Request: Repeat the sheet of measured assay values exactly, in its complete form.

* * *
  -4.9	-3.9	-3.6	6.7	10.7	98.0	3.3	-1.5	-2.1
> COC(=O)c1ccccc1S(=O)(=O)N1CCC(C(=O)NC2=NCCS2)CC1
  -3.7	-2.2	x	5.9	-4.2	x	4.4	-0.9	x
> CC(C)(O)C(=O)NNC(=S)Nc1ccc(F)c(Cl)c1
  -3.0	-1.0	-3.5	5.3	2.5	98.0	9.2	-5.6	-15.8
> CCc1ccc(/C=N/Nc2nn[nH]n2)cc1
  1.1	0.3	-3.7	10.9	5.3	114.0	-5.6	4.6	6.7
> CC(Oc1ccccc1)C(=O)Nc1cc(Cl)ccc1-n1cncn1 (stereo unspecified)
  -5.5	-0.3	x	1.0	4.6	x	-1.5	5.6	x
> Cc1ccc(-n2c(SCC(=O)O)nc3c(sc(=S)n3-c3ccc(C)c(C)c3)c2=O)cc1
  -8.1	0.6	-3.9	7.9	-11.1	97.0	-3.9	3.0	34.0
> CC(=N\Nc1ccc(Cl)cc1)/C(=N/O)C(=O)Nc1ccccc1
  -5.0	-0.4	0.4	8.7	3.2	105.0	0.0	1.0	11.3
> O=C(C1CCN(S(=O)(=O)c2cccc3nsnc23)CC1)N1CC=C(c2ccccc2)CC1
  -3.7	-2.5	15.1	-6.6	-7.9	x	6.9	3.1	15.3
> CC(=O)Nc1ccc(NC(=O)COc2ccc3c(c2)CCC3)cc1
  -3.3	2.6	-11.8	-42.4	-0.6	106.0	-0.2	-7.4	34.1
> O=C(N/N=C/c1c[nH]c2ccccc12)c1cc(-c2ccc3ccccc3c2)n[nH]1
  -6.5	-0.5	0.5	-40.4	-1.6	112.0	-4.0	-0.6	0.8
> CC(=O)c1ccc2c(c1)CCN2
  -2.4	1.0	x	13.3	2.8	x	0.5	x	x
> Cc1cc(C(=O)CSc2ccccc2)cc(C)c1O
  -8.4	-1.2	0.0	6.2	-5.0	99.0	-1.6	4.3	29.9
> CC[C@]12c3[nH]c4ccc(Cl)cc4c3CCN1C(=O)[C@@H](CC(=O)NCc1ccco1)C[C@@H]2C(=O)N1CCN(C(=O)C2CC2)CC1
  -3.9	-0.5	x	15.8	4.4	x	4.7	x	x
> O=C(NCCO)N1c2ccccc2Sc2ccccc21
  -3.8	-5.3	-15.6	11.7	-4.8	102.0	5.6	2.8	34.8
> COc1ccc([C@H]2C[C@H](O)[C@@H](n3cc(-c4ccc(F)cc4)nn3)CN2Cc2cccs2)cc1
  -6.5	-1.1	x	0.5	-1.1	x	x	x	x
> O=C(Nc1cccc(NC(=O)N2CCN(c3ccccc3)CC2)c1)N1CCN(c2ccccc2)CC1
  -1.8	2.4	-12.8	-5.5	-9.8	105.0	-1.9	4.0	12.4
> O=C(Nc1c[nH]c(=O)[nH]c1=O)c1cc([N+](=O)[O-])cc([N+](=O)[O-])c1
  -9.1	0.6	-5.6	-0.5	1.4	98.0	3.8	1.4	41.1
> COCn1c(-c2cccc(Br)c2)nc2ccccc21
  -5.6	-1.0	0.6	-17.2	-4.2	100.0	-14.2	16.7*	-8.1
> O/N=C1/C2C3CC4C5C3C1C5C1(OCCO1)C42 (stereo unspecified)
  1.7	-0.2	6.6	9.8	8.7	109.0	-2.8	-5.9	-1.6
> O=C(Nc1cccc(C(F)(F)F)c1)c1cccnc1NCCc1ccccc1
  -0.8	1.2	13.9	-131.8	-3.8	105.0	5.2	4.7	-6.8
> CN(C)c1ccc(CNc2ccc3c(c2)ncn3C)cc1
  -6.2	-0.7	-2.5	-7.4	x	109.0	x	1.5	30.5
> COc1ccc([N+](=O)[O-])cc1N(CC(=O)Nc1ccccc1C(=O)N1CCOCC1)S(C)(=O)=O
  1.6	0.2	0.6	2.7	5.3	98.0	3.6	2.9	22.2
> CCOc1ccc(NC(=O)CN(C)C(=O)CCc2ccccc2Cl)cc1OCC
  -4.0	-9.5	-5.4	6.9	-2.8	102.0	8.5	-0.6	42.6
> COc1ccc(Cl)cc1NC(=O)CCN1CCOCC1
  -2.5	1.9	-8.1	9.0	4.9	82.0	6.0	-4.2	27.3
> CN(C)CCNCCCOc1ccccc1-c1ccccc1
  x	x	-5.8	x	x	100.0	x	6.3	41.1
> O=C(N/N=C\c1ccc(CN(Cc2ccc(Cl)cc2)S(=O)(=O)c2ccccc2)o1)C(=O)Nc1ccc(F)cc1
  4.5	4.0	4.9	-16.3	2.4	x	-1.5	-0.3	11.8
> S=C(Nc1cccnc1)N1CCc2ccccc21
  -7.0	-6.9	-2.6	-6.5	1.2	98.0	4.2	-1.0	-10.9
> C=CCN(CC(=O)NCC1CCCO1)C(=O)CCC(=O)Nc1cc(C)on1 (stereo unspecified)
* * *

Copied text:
  -4.9	-3.9	-3.6	6.7	10.7	98.0	3.3	-1.5	-2.1
> COC(=O)c1ccccc1S(=O)(=O)N1CCC(C(=O)NC2=NCCS2)CC1
  -3.7	-2.2	x	5.9	-4.2	x	4.4	-0.9	x
> CC(C)(O)C(=O)NNC(=S)Nc1ccc(F)c(Cl)c1
  -3.0	-1.0	-3.5	5.3	2.5	98.0	9.2	-5.6	-15.8
> CCc1ccc(/C=N/Nc2nn[nH]n2)cc1
  1.1	0.3	-3.7	10.9	5.3	114.0	-5.6	4.6	6.7
> CC(Oc1ccccc1)C(=O)Nc1cc(Cl)ccc1-n1cncn1 (stereo unspecified)
  -5.5	-0.3	x	1.0	4.6	x	-1.5	5.6	x
> Cc1ccc(-n2c(SCC(=O)O)nc3c(sc(=S)n3-c3ccc(C)c(C)c3)c2=O)cc1
  -8.1	0.6	-3.9	7.9	-11.1	97.0	-3.9	3.0	34.0
> CC(=N\Nc1ccc(Cl)cc1)/C(=N/O)C(=O)Nc1ccccc1
  -5.0	-0.4	0.4	8.7	3.2	105.0	0.0	1.0	11.3
> O=C(C1CCN(S(=O)(=O)c2cccc3nsnc23)CC1)N1CC=C(c2ccccc2)CC1
  -3.7	-2.5	15.1	-6.6	-7.9	x	6.9	3.1	15.3
> CC(=O)Nc1ccc(NC(=O)COc2ccc3c(c2)CCC3)cc1
  -3.3	2.6	-11.8	-42.4	-0.6	106.0	-0.2	-7.4	34.1
> O=C(N/N=C/c1c[nH]c2ccccc12)c1cc(-c2ccc3ccccc3c2)n[nH]1
  -6.5	-0.5	0.5	-40.4	-1.6	112.0	-4.0	-0.6	0.8
> CC(=O)c1ccc2c(c1)CCN2
  -2.4	1.0	x	13.3	2.8	x	0.5	x	x
> Cc1cc(C(=O)CSc2ccccc2)cc(C)c1O
  -8.4	-1.2	0.0	6.2	-5.0	99.0	-1.6	4.3	29.9
> CC[C@]12c3[nH]c4ccc(Cl)cc4c3CCN1C(=O)[C@@H](CC(=O)NCc1ccco1)C[C@@H]2C(=O)N1CCN(C(=O)C2CC2)CC1
  -3.9	-0.5	x	15.8	4.4	x	4.7	x	x
> O=C(NCCO)N1c2ccccc2Sc2ccccc21
  -3.8	-5.3	-15.6	11.7	-4.8	102.0	5.6	2.8	34.8
> COc1ccc([C@H]2C[C@H](O)[C@@H](n3cc(-c4ccc(F)cc4)nn3)CN2Cc2cccs2)cc1
  -6.5	-1.1	x	0.5	-1.1	x	x	x	x
> O=C(Nc1cccc(NC(=O)N2CCN(c3ccccc3)CC2)c1)N1CCN(c2ccccc2)CC1
  -1.8	2.4	-12.8	-5.5	-9.8	105.0	-1.9	4.0	12.4
> O=C(Nc1c[nH]c(=O)[nH]c1=O)c1cc([N+](=O)[O-])cc([N+](=O)[O-])c1
  -9.1	0.6	-5.6	-0.5	1.4	98.0	3.8	1.4	41.1
> COCn1c(-c2cccc(Br)c2)nc2ccccc21
  -5.6	-1.0	0.6	-17.2	-4.2	100.0	-14.2	16.7*	-8.1
> O/N=C1/C2C3CC4C5C3C1C5C1(OCCO1)C42 (stereo unspecified)
  1.7	-0.2	6.6	9.8	8.7	109.0	-2.8	-5.9	-1.6
> O=C(Nc1cccc(C(F)(F)F)c1)c1cccnc1NCCc1ccccc1
  -0.8	1.2	13.9	-131.8	-3.8	105.0	5.2	4.7	-6.8
> CN(C)c1ccc(CNc2ccc3c(c2)ncn3C)cc1
  -6.2	-0.7	-2.5	-7.4	x	109.0	x	1.5	30.5
> COc1ccc([N+](=O)[O-])cc1N(CC(=O)Nc1ccccc1C(=O)N1CCOCC1)S(C)(=O)=O
  1.6	0.2	0.6	2.7	5.3	98.0	3.6	2.9	22.2
> CCOc1ccc(NC(=O)CN(C)C(=O)CCc2ccccc2Cl)cc1OCC
  -4.0	-9.5	-5.4	6.9	-2.8	102.0	8.5	-0.6	42.6
> COc1ccc(Cl)cc1NC(=O)CCN1CCOCC1
  -2.5	1.9	-8.1	9.0	4.9	82.0	6.0	-4.2	27.3
> CN(C)CCNCCCOc1ccccc1-c1ccccc1
  x	x	-5.8	x	x	100.0	x	6.3	41.1
> O=C(N/N=C\c1ccc(CN(Cc2ccc(Cl)cc2)S(=O)(=O)c2ccccc2)o1)C(=O)Nc1ccc(F)cc1
  4.5	4.0	4.9	-16.3	2.4	x	-1.5	-0.3	11.8
> S=C(Nc1cccnc1)N1CCc2ccccc21
  -7.0	-6.9	-2.6	-6.5	1.2	98.0	4.2	-1.0	-10.9
> C=CCN(CC(=O)NCC1CCCO1)C(=O)CCC(=O)Nc1cc(C)on1 (stereo unspecified)